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  #1  
Old 12-30-2010, 04:10 PM
notfrommensa notfrommensa is offline
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Non-Denominational US Postage Stamps

while doing some cleaning I found 20 stamps like the Liberty Bell pictured in the top left hand corner on this page.

The USPS page says it is a first class stamp, but they were issued in 2007 when the FC stamps were either 39 or 41 cents.

if I put this stamp on a letter tomorrow, will it get returned (or arrive with postage due) because FC stamps are now 44 cents?

Or will the Liberty Bell stamp always be a FC Stamp no matter what the FC postage is?
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  #2  
Old 12-30-2010, 04:18 PM
Giles Giles is offline
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On the page you link to, it's described as a "forever stamp". That means that it can always be used for whatever the basic rate is for a first class letter, so you can use it on a letter instead of a 44 cent stamp.
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Old 12-30-2010, 05:23 PM
Canadjun Canadjun is online now
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Looks like there have been more than one thread in the past about "Forever" stamps - here's one. Ours are "Permanent", yours are "Forever". Different strokes for different folks I guess.
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Old 12-30-2010, 05:33 PM
Arnold Winkelried Arnold Winkelried is offline
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The correct name for them is "get-rich-slow" stamps.
Step 1) Buy a million dollars worth of "forever" stamps
Step 2) Wait until postage doubles
Step 3) Resell stamps - PROFIT!!!!

Last edited by Arnold Winkelried; 12-30-2010 at 05:34 PM..
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Old 12-30-2010, 07:15 PM
postcards postcards is offline
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You apparently have some of the first Forever stamps issued. You're up 60 cents.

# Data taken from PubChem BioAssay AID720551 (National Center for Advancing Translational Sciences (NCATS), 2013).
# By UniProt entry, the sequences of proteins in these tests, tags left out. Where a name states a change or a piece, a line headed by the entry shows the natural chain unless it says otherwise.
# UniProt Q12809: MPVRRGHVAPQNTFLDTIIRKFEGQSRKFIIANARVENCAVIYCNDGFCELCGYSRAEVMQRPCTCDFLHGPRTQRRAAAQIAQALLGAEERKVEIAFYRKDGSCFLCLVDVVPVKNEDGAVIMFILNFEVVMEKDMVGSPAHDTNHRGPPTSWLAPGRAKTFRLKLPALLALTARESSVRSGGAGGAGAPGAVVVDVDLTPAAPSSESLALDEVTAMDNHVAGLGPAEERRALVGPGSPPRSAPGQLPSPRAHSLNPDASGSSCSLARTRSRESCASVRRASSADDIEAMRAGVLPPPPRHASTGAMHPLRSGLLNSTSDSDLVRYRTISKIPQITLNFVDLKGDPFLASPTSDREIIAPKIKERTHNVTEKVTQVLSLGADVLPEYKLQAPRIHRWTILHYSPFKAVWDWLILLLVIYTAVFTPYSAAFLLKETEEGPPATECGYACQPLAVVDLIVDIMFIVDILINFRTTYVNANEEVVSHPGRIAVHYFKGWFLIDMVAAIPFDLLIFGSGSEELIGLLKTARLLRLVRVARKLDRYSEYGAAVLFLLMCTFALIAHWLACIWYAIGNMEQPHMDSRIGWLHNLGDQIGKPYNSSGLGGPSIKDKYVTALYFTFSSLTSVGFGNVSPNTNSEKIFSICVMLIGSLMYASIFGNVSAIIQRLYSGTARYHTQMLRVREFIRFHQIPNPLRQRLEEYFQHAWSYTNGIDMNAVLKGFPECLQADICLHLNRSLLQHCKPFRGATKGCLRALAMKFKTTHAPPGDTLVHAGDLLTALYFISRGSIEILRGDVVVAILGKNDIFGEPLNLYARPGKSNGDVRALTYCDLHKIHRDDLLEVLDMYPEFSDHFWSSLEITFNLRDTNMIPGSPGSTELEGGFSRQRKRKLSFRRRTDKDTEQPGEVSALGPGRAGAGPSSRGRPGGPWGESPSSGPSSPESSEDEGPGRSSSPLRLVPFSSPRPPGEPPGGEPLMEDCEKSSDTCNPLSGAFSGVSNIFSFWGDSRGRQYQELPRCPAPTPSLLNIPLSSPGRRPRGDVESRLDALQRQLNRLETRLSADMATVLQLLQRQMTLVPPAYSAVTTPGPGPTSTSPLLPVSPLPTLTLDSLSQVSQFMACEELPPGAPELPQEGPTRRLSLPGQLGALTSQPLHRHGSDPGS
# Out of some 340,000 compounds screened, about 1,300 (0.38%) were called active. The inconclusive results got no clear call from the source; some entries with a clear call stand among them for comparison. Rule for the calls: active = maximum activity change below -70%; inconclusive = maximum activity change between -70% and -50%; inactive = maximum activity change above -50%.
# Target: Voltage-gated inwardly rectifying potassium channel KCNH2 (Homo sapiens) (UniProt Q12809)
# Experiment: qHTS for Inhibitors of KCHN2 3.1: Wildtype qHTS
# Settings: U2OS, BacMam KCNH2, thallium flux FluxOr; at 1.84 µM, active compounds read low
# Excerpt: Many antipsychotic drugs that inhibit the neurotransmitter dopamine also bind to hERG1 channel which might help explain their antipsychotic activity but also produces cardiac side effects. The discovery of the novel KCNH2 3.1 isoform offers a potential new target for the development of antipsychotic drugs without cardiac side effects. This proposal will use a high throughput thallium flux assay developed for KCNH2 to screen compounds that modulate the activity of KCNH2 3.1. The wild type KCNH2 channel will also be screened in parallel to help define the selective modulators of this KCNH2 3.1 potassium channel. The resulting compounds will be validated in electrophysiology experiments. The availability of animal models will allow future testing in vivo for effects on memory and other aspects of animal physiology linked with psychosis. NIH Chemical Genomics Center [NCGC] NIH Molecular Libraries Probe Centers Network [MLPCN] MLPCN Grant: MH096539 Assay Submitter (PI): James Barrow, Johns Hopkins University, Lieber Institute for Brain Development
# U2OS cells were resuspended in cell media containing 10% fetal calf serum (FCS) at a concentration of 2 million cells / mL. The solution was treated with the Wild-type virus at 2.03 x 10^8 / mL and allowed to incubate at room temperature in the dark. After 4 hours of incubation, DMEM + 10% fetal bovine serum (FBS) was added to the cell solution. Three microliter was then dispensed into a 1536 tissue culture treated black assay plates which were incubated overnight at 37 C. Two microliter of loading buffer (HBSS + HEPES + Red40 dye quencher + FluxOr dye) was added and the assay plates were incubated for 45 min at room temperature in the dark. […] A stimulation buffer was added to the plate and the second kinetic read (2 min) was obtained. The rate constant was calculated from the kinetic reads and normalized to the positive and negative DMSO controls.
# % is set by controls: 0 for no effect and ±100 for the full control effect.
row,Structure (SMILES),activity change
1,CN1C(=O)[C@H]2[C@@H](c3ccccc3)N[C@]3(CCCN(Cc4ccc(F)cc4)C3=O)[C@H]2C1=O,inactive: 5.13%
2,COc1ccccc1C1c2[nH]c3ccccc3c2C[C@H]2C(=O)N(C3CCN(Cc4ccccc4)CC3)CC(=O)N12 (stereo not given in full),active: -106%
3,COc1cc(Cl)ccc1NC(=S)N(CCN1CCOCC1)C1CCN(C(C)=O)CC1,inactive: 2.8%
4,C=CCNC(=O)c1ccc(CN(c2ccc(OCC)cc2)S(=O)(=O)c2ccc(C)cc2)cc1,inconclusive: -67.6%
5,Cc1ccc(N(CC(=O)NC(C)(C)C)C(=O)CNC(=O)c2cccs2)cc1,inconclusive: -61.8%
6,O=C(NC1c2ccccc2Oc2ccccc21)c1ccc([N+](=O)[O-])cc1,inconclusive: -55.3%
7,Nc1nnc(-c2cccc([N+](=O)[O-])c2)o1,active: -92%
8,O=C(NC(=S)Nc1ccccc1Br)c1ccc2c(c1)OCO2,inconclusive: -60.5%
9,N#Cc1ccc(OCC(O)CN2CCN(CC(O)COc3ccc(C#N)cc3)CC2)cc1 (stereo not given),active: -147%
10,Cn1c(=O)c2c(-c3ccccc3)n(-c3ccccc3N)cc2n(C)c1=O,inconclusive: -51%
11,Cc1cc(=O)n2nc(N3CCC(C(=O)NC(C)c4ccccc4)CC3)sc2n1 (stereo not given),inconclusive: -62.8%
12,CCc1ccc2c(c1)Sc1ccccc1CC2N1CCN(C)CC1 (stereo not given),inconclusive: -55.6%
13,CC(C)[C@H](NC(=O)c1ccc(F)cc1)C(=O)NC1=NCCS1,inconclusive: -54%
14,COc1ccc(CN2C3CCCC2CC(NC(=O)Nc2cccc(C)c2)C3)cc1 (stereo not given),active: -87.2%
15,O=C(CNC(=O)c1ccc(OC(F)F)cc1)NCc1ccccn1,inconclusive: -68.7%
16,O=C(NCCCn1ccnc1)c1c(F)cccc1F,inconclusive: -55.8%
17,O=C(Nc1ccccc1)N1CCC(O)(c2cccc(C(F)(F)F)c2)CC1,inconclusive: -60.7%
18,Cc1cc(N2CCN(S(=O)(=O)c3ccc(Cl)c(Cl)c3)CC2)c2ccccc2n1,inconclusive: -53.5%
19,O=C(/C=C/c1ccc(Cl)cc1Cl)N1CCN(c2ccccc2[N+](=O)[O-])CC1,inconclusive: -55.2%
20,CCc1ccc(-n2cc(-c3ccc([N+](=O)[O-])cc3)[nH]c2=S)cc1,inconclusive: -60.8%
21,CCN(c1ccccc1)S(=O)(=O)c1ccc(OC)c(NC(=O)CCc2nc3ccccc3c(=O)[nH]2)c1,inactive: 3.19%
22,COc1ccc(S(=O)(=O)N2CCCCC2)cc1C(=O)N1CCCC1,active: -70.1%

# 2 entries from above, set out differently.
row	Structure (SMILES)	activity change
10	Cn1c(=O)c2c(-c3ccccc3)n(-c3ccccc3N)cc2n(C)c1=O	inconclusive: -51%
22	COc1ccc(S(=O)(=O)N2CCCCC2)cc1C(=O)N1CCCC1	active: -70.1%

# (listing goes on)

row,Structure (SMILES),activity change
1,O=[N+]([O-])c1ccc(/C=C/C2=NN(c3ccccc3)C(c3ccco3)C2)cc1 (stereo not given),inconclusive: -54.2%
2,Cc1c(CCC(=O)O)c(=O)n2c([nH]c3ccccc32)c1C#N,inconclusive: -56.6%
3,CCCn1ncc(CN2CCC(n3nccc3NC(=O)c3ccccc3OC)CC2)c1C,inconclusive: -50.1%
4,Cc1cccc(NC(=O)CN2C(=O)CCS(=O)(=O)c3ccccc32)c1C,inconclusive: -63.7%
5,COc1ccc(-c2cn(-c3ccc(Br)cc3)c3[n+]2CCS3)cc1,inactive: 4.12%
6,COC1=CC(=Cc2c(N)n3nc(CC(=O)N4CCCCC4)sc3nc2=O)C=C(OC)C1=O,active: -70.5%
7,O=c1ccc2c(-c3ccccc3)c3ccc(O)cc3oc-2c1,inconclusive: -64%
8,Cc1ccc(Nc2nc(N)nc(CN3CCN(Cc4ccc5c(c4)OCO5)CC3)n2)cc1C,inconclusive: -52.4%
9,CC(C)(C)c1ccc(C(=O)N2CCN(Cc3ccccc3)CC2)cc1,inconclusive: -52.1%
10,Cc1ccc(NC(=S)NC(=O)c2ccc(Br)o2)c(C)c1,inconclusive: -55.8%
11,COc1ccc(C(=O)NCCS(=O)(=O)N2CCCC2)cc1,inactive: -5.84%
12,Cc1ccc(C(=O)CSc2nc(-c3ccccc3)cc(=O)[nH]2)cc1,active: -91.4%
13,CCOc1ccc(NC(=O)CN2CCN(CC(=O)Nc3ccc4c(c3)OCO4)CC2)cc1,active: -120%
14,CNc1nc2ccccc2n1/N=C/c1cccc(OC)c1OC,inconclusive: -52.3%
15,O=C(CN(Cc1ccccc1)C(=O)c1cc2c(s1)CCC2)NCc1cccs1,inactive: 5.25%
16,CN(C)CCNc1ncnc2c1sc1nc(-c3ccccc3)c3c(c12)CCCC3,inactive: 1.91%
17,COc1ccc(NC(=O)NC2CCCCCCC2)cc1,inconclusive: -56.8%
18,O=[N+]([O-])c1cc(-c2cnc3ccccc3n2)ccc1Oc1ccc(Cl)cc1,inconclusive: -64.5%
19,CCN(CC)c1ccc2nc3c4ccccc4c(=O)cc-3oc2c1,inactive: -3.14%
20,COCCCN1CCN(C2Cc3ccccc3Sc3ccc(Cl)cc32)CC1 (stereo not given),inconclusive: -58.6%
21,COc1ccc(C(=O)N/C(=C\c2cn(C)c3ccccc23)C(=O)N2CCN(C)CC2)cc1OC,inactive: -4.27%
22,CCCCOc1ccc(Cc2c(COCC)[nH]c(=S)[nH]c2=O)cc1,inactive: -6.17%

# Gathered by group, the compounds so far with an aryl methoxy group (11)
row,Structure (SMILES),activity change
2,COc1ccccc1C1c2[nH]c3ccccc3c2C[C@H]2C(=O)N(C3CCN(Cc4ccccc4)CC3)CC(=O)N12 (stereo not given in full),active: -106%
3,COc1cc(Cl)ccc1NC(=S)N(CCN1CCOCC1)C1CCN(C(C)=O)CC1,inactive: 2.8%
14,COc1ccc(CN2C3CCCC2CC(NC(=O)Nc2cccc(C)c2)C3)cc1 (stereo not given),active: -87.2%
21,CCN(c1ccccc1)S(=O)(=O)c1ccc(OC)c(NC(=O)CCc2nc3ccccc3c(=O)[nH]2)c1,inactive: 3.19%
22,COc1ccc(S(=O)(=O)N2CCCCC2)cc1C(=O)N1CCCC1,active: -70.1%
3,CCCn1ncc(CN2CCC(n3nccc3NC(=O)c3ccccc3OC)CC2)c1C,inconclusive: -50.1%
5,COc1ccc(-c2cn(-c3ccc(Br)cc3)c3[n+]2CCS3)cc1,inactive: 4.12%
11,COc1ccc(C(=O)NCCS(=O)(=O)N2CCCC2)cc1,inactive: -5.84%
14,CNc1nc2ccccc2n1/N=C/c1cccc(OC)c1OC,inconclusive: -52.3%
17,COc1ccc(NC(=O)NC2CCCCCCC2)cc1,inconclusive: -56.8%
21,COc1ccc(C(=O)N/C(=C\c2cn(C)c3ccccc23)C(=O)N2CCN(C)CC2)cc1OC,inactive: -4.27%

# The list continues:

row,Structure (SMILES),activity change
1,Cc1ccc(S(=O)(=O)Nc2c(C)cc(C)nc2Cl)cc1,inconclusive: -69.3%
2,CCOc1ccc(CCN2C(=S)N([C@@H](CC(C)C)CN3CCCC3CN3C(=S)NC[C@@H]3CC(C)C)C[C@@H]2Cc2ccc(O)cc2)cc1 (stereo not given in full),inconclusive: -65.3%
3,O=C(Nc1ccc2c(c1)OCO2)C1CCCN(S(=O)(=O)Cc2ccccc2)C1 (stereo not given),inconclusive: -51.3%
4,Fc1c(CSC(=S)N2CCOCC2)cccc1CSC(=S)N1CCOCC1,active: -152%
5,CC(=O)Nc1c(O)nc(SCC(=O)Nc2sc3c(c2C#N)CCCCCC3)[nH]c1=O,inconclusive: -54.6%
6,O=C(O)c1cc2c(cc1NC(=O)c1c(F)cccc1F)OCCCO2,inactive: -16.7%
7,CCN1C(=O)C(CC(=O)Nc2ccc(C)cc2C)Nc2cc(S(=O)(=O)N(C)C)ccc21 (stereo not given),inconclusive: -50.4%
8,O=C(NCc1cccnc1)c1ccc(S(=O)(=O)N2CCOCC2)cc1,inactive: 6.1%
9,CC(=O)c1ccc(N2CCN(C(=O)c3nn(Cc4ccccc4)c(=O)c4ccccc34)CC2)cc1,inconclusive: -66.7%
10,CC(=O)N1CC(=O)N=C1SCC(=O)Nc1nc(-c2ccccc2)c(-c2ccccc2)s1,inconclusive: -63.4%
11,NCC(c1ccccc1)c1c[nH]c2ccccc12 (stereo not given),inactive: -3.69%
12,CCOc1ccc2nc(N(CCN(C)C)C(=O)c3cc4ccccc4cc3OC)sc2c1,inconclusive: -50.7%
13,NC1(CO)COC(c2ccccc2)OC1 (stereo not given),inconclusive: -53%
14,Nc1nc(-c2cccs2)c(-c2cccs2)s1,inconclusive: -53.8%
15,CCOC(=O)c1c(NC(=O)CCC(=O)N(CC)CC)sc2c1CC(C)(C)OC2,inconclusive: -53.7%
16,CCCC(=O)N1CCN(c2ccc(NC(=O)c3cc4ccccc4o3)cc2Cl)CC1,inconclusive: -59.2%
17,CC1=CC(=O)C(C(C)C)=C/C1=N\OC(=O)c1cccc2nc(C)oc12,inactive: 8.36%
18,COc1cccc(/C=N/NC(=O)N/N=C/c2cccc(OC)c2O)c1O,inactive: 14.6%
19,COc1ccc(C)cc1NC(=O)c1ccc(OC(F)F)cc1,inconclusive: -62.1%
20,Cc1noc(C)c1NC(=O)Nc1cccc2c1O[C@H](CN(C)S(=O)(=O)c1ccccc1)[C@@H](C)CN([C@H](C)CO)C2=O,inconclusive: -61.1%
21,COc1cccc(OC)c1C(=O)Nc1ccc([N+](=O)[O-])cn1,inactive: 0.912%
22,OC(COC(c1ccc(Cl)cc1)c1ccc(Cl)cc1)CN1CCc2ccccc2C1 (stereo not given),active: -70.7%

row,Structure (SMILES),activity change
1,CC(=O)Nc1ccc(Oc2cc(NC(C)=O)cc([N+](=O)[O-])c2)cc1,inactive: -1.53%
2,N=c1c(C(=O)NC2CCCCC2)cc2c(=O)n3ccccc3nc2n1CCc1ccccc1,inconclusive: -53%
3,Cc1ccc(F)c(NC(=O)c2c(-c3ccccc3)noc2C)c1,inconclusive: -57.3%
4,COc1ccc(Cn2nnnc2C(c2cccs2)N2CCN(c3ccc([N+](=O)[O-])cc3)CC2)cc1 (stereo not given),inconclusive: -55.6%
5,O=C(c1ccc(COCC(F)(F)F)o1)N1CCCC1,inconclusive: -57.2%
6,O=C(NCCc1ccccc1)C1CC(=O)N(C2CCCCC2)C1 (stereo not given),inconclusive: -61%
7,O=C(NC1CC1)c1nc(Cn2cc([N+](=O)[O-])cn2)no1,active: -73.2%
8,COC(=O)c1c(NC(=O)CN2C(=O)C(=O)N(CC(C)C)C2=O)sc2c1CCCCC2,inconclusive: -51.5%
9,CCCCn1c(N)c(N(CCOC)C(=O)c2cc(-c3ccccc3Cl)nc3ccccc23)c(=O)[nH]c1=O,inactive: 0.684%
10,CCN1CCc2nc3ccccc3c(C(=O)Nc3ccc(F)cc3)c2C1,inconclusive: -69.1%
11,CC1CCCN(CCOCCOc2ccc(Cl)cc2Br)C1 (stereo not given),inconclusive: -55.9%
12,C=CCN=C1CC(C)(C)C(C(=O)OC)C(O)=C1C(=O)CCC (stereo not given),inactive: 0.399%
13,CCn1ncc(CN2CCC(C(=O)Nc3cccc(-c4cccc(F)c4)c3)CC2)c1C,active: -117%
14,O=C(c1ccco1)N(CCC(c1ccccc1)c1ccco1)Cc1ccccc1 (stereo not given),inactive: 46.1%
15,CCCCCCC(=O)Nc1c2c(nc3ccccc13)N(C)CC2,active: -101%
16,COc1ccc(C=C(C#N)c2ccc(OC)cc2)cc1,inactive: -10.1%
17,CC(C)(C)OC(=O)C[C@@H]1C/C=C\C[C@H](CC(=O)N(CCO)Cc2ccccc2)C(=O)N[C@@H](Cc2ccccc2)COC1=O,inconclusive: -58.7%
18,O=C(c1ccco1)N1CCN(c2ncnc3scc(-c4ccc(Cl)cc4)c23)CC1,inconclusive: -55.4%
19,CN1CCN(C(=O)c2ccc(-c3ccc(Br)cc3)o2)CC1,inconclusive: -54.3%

According to this press release, almost all new first-class stamp issues will be the 'forever' type, so no more scrambling for penny stamps after an increase.
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  #6  
Old 12-30-2010, 07:20 PM
Waffle Decider Waffle Decider is offline
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I've been wondering about this for a while, but for the ones that are not 'forever', is there any reason that the value is not just printed on the stamp? If I understand this correctly, the face-value of all the non-forever stamps will always remain the same, right?
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Old 12-30-2010, 07:23 PM
Dewey Finn Dewey Finn is offline
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I think normally, the USPS does print the value on all stamps. I think the only exceptions are when a rate hike is expected and they don't know exactly what first-class postage will be, so that instead they print a letter instead of an amount.
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Old 12-30-2010, 09:02 PM
qazwart qazwart is online now
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Quote:
Originally Posted by Dewey Finn View Post
I think normally, the USPS does print the value on all stamps. I think the only exceptions are when a rate hike is expected and they don't know exactly what first-class postage will be, so that instead they print a letter instead of an amount.
We actually have some non "forever" stamps that don't have either a postage amount or letter on them. They just say "First Class", but they weren't Forever stamps. They have an American flag on them. Very confusing.
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Old 12-30-2010, 10:18 PM